Why the United States Needs to Join UNCLOS

July 12, 2016 Topic: Security Region: Asia Blog Brand: The Buzz Tags: South China SeaUNCLOSScarborough ShoalChina

Why the United States Needs to Join UNCLOS

The case is compelling. 


The United States should ratify the United Nations Convention on the Law of Sea (UNCLOS) in the wake of Manila’s victory over Beijing in The Hague-based Permanent Court of Arbitration (PCA) says one senior Democratic lawmaker. The United States—which acts as the guarantor of the liberal-institutional world order—is notably absent from the treaty—much to the chagrin of executive branch officials.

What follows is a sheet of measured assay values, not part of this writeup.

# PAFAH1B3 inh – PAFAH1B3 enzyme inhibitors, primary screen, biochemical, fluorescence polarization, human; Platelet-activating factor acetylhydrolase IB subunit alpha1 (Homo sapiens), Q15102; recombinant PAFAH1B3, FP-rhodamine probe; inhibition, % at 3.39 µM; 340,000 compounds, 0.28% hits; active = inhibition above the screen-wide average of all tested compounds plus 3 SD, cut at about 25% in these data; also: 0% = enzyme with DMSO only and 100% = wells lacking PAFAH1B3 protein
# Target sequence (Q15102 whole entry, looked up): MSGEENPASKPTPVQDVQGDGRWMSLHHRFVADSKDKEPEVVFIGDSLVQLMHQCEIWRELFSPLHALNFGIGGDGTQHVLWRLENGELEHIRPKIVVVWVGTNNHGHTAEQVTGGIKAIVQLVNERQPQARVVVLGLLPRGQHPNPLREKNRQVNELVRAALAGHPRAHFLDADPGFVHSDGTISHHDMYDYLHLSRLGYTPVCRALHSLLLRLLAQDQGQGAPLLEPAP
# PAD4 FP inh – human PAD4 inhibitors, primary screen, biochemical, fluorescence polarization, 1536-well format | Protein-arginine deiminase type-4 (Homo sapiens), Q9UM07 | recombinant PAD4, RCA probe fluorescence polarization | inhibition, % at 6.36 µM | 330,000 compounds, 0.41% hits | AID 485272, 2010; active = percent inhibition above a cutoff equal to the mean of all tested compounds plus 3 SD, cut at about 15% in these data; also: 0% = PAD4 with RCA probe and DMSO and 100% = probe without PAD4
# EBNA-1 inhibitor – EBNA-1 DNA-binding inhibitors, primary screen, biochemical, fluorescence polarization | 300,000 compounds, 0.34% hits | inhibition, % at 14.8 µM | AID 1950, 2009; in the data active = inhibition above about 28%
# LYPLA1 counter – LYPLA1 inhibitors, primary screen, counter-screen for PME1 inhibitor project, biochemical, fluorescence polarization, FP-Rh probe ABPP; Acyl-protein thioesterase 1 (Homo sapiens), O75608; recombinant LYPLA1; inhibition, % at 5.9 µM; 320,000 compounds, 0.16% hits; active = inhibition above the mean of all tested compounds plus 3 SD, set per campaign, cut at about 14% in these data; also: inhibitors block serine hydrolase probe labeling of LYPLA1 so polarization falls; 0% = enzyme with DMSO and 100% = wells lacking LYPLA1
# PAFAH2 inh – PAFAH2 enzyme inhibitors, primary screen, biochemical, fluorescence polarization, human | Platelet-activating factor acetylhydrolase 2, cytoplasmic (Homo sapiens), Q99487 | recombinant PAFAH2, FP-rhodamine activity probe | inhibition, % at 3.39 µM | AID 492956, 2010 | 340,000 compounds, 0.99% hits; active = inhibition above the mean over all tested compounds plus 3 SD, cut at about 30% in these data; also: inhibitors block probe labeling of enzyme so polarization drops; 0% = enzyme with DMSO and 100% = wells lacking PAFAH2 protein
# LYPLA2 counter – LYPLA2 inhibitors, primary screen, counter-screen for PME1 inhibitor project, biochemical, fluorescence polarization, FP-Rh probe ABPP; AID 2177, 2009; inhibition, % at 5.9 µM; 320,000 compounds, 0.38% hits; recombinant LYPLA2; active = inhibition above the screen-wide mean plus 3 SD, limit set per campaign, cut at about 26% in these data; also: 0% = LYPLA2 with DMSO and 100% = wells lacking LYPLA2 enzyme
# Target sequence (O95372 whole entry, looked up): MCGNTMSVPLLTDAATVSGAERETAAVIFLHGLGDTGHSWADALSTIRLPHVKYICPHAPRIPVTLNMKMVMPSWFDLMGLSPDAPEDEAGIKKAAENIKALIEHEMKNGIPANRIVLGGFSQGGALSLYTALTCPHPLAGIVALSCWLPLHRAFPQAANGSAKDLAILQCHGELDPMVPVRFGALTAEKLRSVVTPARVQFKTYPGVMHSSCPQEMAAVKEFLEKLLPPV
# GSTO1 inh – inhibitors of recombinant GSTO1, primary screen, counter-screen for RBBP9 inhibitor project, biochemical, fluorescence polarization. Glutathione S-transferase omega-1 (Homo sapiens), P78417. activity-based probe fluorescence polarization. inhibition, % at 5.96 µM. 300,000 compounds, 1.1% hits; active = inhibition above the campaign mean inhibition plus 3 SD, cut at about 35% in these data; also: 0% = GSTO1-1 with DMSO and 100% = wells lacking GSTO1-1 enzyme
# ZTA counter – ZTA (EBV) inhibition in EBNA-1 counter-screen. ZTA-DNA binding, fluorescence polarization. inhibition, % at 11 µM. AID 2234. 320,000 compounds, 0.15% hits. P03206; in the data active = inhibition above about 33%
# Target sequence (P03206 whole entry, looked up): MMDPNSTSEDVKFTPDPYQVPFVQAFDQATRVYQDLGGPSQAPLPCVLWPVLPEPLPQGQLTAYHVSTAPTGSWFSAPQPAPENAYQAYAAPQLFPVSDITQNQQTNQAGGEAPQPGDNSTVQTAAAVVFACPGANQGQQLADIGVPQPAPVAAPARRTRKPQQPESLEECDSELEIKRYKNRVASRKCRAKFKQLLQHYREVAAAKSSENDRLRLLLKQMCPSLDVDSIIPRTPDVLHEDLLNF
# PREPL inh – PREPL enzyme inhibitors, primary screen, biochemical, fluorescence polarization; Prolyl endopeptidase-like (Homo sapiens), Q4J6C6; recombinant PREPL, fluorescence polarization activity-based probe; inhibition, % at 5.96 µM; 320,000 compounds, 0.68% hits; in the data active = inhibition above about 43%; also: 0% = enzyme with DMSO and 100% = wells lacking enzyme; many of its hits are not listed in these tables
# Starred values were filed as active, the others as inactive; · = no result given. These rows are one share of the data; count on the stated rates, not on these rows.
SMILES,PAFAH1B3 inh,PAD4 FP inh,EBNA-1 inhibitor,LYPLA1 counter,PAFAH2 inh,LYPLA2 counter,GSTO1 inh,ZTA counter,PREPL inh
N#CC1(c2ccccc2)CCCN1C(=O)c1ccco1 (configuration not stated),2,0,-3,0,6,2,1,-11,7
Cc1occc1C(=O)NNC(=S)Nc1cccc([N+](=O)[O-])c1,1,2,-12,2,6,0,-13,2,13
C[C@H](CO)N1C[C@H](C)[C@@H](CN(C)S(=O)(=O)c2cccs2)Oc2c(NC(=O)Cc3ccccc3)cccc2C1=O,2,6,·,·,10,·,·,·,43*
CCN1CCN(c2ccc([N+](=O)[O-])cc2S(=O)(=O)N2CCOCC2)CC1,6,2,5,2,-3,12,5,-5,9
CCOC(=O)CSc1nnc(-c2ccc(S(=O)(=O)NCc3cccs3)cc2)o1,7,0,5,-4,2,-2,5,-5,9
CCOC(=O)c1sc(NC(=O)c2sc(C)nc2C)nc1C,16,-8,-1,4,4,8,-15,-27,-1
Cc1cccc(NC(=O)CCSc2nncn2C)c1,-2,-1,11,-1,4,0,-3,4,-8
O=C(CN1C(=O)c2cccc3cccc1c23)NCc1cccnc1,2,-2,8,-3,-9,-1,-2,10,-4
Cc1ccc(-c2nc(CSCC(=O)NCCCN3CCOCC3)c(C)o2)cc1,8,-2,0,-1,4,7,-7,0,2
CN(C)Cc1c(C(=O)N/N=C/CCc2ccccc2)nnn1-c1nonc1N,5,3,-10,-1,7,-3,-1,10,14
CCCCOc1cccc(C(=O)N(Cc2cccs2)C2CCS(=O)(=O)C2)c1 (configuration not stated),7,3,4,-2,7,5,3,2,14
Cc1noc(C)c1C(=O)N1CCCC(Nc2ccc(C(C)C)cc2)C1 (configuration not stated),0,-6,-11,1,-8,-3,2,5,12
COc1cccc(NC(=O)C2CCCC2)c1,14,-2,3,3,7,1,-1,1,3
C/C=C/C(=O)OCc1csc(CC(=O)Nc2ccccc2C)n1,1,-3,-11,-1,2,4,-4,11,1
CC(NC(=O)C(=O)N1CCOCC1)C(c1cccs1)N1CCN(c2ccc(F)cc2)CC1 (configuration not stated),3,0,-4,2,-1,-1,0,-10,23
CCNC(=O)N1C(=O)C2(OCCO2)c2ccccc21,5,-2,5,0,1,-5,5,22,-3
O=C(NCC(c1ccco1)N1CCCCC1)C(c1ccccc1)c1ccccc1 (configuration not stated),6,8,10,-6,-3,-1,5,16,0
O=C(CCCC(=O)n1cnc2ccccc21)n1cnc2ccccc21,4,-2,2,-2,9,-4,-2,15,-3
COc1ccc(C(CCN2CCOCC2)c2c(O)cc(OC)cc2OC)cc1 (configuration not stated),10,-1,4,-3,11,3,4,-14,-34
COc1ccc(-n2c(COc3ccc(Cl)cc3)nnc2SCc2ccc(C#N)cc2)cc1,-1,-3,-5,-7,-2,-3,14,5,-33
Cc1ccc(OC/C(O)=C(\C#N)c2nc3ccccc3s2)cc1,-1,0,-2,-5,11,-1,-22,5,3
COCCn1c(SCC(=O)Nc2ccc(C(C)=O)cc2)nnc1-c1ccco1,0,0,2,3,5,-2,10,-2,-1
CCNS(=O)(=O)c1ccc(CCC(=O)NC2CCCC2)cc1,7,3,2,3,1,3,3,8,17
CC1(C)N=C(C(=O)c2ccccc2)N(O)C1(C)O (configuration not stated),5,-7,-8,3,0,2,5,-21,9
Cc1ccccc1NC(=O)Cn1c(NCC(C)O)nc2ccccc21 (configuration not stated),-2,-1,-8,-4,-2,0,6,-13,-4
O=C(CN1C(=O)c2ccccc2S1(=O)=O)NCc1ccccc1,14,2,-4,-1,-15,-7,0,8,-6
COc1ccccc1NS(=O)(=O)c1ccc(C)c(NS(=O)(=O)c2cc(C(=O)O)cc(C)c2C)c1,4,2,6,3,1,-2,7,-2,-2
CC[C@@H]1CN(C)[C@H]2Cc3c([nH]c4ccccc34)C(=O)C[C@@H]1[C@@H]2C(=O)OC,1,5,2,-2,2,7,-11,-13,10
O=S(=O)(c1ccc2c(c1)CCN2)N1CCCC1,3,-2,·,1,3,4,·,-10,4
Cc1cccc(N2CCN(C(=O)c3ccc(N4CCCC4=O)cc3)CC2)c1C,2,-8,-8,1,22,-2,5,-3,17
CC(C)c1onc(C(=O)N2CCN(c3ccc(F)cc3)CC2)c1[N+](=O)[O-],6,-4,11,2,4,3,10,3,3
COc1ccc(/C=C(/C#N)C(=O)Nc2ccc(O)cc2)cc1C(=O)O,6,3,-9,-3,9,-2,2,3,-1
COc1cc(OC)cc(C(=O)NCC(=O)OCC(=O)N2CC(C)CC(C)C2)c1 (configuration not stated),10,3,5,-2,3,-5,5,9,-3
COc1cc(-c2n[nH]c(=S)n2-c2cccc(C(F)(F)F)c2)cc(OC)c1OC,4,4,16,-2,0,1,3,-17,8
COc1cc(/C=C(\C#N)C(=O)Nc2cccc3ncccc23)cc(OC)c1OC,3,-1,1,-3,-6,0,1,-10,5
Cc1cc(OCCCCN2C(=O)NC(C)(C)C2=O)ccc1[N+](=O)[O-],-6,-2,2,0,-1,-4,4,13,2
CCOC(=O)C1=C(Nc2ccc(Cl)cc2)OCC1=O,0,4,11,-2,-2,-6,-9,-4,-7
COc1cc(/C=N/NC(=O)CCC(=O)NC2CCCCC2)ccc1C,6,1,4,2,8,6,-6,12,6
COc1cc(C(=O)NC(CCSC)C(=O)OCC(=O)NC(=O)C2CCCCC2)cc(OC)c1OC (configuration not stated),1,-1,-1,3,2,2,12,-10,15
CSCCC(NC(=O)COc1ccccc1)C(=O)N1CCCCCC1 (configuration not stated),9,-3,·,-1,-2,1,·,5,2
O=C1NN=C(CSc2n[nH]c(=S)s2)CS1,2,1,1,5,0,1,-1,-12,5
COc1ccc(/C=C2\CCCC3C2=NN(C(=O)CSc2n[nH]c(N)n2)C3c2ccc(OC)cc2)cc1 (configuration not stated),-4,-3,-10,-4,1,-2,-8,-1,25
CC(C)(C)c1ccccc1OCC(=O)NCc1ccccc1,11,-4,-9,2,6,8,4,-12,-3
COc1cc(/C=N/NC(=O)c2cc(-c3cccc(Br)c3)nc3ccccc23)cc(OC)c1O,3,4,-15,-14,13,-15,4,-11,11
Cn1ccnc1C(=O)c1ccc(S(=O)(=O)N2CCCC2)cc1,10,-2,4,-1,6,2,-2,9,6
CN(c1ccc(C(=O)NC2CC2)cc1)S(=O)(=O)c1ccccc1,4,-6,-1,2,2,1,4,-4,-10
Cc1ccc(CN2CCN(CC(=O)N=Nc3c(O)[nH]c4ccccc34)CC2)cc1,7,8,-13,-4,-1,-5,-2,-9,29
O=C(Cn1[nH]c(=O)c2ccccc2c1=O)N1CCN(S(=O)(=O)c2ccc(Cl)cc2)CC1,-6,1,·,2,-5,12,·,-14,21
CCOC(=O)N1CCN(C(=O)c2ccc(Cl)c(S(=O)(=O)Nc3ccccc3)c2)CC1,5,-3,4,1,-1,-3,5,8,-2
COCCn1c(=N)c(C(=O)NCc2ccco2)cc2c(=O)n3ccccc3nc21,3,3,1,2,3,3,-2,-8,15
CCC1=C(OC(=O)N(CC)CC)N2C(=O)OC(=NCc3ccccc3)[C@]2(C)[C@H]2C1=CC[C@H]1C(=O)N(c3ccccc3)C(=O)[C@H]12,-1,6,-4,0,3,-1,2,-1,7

“I think this is also important to note today that there was one party notably absent during deliberations in this case: the United States.  As the United States is one of only a few countries that has not yet ratified the UN Convention on the Law of the Sea, our representatives were not allowed to participate in the adjudication process,” Rep. Joe Courtney (D-CT), ranking member of the House Armed Services Committee’s (HASC) Seapower and Projection Forces Subcommittee said in an emailed statement. “Undoubtedly, U.S. interests were not served by the rejection of our request to observe these proceedings. This ruling clearly demonstrates why our nation must finally ratify the Law of the Sea treaty, and I continue to call on the Senate to heed the advice experts and military leaders by approving this treaty without delay.”